Lagrangian of Static Electric and Magnetic Fields 
Lagrangian of Static Electric and Magnetic Fields
by Stanford / Leonard Susskind
Video Lecture 9 of 10
Copyright Information: All rights reserved to Prof. Leonard Susskind, Stanford University.
Not yet rated
Views: 1,381
Date Added: January 11, 2015

Lecture Description

In this lecture, Leonard Susskind dives into the topics of magnetic and electrostatic forces. He derives these forces to show their relationship to magnetic fields and potential. He introduces the static electric and magnetic fields with the associated Lagrangian and the Lorentz force. The vector potential, it's gauge field and gauge invariance are also introduced. Topics: - Magnetic and electric fields - The concept of field - The “del” or “nabla” symbol - Vector calculus: Gradient, Divergence and Curl - The Levi-Civita symbol - Algebra: div curl and curl grad vanish - The vector potential and why it's needed - Gauge field: "Gauge" is a misnomer - Lorentz force. Lorentz force compared with the Coriolis force - Lagrangian for charged particles in a electro-static and magneto-static fields - Gauge invariance of the equations of motions associated to the electro-magneto-static Lagrangian Recorded on November 21, 2011.

Course Index

Course Description

This is the first course in a collection of 6 core physics courses by renowned physicist Leonard Susskind's series, The Theoretical Minimum. Our exploration of the theoretical underpinnings of modern physics begins with classical mechanics, the mathematical physics worked out by Isaac Newton (1642--1727) and later by Joseph Lagrange (1736--1813) and William Rowan Hamilton (1805--1865). We will start with a discussion of the allowable laws of physics and then delve into Newtonian mechanics. We then study three formulations of classical mechanics respectively by Lagrange, Hamiltonian and Poisson. Throughout the lectures we will focus on the relation between symmetries and conservation laws. The last two lectures are devoted to electromagnetism and the application of the equations of classical mechanics to a particle in electromagnetic fields.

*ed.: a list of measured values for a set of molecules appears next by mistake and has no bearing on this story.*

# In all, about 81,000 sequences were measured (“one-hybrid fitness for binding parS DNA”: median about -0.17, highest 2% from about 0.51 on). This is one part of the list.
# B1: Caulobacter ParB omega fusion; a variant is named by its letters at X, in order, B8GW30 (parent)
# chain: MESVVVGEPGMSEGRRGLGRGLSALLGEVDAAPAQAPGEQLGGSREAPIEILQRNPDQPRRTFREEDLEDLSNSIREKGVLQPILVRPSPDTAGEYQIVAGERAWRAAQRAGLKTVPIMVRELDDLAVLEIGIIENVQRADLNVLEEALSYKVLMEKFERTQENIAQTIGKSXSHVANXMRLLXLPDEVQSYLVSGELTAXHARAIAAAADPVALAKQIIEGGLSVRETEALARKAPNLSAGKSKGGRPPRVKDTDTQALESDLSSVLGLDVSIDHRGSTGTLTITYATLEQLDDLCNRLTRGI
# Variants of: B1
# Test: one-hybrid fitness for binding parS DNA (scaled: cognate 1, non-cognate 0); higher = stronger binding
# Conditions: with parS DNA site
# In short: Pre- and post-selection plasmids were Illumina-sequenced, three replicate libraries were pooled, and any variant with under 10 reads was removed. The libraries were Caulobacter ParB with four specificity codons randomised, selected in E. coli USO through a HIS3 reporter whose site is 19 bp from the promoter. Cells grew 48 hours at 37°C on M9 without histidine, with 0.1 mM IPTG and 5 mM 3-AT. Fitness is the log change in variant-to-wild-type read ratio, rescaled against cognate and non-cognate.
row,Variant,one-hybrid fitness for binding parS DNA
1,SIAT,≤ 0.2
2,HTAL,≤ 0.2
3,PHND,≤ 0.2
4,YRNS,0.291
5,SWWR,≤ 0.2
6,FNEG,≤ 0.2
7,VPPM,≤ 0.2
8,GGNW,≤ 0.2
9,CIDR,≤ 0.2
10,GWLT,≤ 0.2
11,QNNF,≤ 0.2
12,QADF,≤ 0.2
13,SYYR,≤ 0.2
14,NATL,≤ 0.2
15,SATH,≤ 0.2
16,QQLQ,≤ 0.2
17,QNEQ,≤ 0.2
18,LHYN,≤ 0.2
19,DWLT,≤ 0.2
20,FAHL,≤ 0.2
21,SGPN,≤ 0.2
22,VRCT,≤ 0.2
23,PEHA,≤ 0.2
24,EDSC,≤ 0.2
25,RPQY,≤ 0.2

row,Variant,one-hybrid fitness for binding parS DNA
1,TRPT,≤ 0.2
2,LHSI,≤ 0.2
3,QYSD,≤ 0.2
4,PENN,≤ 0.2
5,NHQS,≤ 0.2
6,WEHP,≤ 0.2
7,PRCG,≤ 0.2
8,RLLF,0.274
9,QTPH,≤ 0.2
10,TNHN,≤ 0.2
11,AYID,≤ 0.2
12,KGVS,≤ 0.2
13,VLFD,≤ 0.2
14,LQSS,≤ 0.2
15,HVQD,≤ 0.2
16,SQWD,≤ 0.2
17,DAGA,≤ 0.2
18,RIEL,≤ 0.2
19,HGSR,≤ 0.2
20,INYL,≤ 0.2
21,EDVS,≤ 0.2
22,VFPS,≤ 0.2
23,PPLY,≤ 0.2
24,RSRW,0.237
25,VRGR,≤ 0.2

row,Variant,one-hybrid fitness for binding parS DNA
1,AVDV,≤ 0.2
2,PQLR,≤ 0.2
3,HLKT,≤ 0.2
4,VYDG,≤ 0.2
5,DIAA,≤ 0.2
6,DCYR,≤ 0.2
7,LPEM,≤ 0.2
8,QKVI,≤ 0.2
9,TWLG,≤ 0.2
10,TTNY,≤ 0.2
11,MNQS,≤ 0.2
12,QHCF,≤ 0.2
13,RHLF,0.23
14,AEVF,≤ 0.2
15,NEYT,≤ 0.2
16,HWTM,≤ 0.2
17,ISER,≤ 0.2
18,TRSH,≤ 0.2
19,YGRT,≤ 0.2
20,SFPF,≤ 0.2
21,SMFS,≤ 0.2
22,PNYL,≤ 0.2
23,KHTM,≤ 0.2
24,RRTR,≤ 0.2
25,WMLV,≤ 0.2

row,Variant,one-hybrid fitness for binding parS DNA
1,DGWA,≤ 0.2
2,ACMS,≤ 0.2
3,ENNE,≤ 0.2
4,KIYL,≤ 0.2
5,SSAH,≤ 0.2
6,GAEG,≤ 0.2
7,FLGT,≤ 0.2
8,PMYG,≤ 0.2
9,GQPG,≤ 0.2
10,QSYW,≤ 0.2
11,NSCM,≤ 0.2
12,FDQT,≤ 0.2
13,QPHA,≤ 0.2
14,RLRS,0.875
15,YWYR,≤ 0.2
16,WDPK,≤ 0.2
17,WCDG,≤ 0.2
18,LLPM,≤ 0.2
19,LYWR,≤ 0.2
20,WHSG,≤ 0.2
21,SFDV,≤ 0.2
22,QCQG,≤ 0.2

Comments

There are no comments. Be the first to post one.
  Post comment as a guest user.
Click to login or register:
Your name:
Your email:
(will not appear)
Your comment:
(max. 1000 characters)
Are you human? (Sorry)